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March 19, 2016

#WomenNotObjects Urges Advertisers to Stop Talking to Us That Way

A powerful video calls on advertisers to stop treating women as sexual objects.

by Ayunda Nurvitasari
Blow Thumbnail, Magdalene

Ever tried giving a sandwich a blowjob? Apparently it’s something women do, implies one Burger King advertisement. It is one of the advertisements shown in a YouTube video dubbed “We are #WomenNotObjects”, which highlights the exploitation of women’s bodies in the advertising industry.
It starts with a Google search with the keywords: “objectification of women”, which turns up numerous  ads that hypersexualize women or  use them as mere props to sell products.
The brilliant touch was the ironic commentary that accompanies each advertisement.
 “I love giving blowjobs to sandwiches,” says one women, referring to a banner ad depicting a woman in a suggestive pose facing a BK Super 7 Incher.
 “I love sacrificing my dignity for a drink,” says another, while holding a poster of a bikini-clad woman lying down under the crotch of a man in suit holding a bottle of  Skyy vodka.
A few more similar scenes and the video ends with a strong statement, a reminder that “I am your” mother/daughter/sister/coworker/manager/CEO, so “Don’t talk to me that way”.
Madonna Badger, who works in an advertising agency, initiated the campaign and recalled how the idea struck her as an epiphany in an interview with TODAY on NBC News. She came to a realization that the old paradigm of innovation in marketing that includes provoking insecurities by “getting inside the shoes of your consumer” or “filling the consumers with shame and anxiety”, then make the product as the problem solver, has to come to an end.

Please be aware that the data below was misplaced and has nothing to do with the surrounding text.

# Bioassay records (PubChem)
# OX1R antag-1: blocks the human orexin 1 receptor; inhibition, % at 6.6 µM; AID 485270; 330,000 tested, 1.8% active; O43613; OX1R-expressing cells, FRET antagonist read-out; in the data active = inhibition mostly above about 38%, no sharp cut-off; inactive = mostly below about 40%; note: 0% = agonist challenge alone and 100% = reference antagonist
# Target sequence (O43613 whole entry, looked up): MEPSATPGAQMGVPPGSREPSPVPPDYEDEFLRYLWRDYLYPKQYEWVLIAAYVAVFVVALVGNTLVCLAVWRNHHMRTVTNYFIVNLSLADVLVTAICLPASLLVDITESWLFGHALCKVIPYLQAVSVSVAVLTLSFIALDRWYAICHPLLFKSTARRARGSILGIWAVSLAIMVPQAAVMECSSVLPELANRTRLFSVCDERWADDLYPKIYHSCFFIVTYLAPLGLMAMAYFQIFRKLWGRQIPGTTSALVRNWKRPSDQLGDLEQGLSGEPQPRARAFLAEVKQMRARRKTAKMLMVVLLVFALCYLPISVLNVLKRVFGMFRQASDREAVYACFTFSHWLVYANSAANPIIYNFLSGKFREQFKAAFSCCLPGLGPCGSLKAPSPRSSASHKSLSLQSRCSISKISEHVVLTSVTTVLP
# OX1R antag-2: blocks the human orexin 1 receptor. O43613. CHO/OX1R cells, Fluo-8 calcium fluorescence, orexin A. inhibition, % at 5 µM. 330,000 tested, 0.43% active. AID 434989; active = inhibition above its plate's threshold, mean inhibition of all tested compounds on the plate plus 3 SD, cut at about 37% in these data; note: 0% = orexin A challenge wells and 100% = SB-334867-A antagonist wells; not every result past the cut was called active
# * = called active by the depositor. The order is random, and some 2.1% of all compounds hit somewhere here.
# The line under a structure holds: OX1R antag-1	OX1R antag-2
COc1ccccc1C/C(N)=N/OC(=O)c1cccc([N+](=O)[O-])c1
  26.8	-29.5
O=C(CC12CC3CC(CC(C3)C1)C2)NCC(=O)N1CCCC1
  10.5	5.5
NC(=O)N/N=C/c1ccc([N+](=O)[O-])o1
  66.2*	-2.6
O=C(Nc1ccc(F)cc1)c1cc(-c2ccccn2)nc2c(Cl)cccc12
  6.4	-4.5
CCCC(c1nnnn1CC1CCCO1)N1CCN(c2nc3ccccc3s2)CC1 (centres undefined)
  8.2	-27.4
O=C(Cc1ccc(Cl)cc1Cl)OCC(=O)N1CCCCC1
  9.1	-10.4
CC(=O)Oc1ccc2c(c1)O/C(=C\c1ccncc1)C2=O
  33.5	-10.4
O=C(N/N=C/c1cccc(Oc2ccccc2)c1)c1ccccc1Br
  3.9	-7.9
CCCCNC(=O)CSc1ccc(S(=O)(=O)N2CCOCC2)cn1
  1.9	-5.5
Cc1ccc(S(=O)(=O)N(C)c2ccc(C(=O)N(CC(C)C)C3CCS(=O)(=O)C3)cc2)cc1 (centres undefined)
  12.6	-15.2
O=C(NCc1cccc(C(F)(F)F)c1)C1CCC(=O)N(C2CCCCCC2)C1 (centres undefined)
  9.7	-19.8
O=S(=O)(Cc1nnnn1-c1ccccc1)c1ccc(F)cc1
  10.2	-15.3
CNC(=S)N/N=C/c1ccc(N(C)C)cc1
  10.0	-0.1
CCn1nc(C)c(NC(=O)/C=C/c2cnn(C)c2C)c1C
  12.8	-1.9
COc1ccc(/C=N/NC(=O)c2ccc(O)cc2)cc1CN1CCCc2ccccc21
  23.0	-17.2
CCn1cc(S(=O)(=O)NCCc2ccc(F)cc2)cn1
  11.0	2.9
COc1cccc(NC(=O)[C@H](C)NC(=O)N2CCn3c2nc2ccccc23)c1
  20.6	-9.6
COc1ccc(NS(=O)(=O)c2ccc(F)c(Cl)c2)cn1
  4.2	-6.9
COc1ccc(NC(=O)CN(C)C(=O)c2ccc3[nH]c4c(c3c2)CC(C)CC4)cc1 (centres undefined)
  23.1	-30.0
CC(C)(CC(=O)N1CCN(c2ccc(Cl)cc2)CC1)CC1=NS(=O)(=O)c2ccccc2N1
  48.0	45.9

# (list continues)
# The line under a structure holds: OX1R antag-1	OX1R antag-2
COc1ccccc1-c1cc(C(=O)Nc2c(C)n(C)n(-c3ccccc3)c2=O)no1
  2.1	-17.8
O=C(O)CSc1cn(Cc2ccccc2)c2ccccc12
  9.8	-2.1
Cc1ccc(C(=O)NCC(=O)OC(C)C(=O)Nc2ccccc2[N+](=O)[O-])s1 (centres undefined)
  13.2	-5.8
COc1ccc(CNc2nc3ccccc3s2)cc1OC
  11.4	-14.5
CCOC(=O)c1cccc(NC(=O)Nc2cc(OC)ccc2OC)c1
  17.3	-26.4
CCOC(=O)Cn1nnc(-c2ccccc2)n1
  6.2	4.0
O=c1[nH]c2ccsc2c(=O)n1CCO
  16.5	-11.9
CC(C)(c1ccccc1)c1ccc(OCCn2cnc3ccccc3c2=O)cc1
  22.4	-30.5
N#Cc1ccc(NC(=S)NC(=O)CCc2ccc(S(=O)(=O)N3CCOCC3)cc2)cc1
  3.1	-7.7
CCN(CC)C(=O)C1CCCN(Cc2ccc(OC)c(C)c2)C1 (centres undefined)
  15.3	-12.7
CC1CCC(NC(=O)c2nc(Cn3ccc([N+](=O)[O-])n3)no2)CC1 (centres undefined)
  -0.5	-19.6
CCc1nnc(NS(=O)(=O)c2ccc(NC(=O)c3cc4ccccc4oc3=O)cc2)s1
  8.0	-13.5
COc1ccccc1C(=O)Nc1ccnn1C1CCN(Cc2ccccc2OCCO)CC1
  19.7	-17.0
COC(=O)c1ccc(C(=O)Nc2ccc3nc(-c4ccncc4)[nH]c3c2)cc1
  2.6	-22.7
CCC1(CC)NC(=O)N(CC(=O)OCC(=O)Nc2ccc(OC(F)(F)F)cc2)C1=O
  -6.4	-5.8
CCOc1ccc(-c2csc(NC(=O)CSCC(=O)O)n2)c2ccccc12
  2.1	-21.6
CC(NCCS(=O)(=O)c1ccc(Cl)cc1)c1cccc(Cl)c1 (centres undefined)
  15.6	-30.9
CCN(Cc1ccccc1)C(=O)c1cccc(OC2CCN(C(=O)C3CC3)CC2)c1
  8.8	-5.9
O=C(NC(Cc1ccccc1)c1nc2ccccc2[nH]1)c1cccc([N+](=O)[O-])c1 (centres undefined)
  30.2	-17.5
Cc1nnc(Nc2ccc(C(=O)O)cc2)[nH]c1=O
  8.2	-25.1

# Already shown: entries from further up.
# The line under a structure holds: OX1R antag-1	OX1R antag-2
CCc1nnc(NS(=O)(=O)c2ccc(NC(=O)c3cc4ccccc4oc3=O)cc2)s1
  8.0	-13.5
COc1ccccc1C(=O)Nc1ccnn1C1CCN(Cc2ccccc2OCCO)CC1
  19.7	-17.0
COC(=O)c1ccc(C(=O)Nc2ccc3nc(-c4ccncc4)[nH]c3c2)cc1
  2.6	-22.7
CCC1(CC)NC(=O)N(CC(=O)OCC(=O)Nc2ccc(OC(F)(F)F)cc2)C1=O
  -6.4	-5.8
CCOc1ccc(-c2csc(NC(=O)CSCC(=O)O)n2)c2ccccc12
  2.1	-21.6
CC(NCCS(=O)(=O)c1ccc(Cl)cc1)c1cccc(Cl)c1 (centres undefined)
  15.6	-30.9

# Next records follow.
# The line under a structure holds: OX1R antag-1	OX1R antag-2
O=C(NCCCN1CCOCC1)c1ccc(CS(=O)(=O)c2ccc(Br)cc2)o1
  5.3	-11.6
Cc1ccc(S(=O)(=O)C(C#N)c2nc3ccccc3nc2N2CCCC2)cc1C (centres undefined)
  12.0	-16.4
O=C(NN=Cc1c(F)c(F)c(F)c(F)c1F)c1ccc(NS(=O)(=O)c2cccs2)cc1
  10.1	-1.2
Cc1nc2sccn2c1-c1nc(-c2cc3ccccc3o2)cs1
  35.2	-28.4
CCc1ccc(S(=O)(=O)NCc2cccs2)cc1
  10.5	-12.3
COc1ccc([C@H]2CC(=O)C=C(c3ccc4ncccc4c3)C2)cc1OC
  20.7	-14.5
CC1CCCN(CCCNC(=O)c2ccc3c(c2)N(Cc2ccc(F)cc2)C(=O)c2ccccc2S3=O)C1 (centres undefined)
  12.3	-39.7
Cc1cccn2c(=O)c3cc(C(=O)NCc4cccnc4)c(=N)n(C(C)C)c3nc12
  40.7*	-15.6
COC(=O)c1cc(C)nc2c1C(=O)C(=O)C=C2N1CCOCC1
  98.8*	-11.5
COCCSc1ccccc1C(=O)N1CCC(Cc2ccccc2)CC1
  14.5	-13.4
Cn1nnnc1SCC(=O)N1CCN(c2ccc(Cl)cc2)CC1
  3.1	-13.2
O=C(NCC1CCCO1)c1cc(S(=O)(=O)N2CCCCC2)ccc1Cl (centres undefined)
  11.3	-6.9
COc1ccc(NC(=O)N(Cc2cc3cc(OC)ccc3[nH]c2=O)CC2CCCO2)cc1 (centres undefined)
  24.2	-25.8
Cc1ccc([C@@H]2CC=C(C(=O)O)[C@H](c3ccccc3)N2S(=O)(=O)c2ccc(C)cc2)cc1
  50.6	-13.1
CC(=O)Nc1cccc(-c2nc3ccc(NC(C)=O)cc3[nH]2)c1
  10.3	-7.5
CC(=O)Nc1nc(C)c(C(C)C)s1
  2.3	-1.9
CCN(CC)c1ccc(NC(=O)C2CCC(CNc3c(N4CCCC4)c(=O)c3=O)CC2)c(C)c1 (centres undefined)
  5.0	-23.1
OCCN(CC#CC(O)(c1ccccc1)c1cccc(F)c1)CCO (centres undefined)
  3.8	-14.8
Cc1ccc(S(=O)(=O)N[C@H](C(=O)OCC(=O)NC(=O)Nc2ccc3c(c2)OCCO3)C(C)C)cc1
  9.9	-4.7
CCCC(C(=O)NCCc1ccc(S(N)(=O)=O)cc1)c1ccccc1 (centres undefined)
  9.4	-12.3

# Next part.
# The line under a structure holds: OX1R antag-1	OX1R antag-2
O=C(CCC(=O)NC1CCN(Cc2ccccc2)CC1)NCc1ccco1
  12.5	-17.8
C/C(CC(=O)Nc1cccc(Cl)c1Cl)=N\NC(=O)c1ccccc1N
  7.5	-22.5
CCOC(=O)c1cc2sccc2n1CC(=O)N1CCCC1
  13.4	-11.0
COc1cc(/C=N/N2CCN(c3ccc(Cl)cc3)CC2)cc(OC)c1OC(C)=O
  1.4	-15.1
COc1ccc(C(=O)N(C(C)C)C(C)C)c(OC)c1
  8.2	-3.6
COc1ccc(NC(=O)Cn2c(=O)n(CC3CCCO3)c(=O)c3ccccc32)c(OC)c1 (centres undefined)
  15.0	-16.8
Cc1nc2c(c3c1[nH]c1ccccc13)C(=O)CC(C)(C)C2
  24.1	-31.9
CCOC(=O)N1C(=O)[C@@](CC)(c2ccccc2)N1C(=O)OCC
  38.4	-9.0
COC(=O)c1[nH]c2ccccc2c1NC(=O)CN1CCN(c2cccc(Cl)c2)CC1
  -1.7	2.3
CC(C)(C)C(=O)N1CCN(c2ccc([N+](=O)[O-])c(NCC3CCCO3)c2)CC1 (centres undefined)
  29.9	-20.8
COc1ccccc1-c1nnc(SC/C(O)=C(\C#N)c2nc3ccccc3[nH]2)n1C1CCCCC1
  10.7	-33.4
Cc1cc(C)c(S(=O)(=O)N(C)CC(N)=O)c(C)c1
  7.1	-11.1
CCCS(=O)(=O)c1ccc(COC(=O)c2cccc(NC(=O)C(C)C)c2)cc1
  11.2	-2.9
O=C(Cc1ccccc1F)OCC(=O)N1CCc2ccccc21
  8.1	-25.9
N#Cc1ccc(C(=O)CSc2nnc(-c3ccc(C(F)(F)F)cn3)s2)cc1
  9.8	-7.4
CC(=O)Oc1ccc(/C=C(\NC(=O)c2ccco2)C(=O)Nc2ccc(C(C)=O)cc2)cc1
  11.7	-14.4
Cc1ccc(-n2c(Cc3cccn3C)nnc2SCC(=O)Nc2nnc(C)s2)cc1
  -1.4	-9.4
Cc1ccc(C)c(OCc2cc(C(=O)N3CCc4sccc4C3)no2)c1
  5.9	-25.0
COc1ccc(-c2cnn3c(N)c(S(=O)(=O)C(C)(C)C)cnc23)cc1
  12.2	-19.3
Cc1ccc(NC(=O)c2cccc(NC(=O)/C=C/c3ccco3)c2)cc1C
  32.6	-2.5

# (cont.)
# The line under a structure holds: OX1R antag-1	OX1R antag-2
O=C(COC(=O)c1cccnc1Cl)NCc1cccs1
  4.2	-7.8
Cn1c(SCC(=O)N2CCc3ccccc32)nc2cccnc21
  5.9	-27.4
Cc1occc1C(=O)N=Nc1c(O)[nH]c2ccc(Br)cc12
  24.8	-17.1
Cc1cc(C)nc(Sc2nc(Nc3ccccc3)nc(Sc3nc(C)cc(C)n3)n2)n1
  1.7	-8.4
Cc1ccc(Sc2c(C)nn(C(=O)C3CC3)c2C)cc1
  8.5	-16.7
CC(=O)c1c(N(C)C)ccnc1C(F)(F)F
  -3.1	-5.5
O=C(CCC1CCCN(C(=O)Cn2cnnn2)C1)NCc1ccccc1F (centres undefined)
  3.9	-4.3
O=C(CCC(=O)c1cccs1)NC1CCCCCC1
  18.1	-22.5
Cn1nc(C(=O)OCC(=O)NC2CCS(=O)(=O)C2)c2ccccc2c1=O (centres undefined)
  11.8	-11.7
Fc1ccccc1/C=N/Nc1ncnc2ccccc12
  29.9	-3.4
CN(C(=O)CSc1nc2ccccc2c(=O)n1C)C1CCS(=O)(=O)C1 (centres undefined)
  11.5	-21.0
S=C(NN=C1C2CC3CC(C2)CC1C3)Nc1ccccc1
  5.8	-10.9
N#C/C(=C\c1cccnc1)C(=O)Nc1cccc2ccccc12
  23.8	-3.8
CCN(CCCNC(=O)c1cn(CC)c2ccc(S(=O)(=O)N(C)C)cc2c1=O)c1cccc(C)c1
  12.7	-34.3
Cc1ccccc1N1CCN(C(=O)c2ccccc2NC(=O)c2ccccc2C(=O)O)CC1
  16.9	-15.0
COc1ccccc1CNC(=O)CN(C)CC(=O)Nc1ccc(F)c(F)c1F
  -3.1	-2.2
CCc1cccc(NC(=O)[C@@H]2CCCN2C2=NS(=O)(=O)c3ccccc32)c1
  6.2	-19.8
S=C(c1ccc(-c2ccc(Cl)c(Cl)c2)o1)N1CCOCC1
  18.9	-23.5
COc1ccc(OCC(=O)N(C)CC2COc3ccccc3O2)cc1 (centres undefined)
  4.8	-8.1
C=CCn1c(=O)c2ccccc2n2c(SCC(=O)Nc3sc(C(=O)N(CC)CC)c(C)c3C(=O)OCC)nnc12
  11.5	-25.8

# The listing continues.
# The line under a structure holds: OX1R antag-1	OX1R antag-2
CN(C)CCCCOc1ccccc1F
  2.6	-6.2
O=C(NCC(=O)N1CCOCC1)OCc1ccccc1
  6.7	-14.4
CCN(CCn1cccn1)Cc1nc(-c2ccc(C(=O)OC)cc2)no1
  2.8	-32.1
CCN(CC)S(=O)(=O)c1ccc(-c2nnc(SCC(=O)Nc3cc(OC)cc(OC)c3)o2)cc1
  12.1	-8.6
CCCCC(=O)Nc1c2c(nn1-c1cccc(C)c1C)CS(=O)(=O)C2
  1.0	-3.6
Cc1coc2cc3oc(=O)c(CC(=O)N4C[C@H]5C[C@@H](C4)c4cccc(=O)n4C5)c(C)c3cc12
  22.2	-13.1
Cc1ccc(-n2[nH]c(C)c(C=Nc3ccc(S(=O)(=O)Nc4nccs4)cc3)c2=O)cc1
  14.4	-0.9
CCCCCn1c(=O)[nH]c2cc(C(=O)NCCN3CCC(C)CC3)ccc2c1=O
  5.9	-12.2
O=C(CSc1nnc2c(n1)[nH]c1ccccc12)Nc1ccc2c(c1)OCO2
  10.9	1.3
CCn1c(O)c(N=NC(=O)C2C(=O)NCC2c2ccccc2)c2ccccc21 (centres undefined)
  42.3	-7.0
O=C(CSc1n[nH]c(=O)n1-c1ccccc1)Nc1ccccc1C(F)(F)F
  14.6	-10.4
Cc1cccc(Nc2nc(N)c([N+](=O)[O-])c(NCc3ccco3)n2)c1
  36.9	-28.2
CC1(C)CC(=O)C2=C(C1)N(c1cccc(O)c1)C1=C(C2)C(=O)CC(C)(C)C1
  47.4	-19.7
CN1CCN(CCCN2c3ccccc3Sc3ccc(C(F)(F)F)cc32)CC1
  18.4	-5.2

In the more recent video launched last week entitled “#IStandUp Against the Harm Caused by Objectification of Women In Advertising”, Badger underlines the destructive impacts that the advertisements have on girls and young women, starting from attacking their self-esteem, jeopardizing their health, to “trivializing battering, sexual assaults and even murder”.
The campaign boldly aims to end women objectification on advertisements as an attempt to restore women’s value, that they are more than simply props, as well as to “teach girls that their worth is not their weight, their looks or their body parts, but who they are, what they have to say and what they can do”.
The campaign also encourages dialogues and supports on several social media sites using hashtags #WomenNotObjects to rise together and inspire advertising industry, so they will find a better way to promote their products. Watch this powerful video below and visit their YouTube channel.

Ayunda is interested in the intersection of pop culture, media, and gender issues. She earned her master's degree at Cultural Studies department, University of Indonesia. She is into Lana Del Rey, speculative fiction, and BoJack Horseman. Her own social media sites, however, are quite uneventful, but feel free to say hi: facebooktwitter.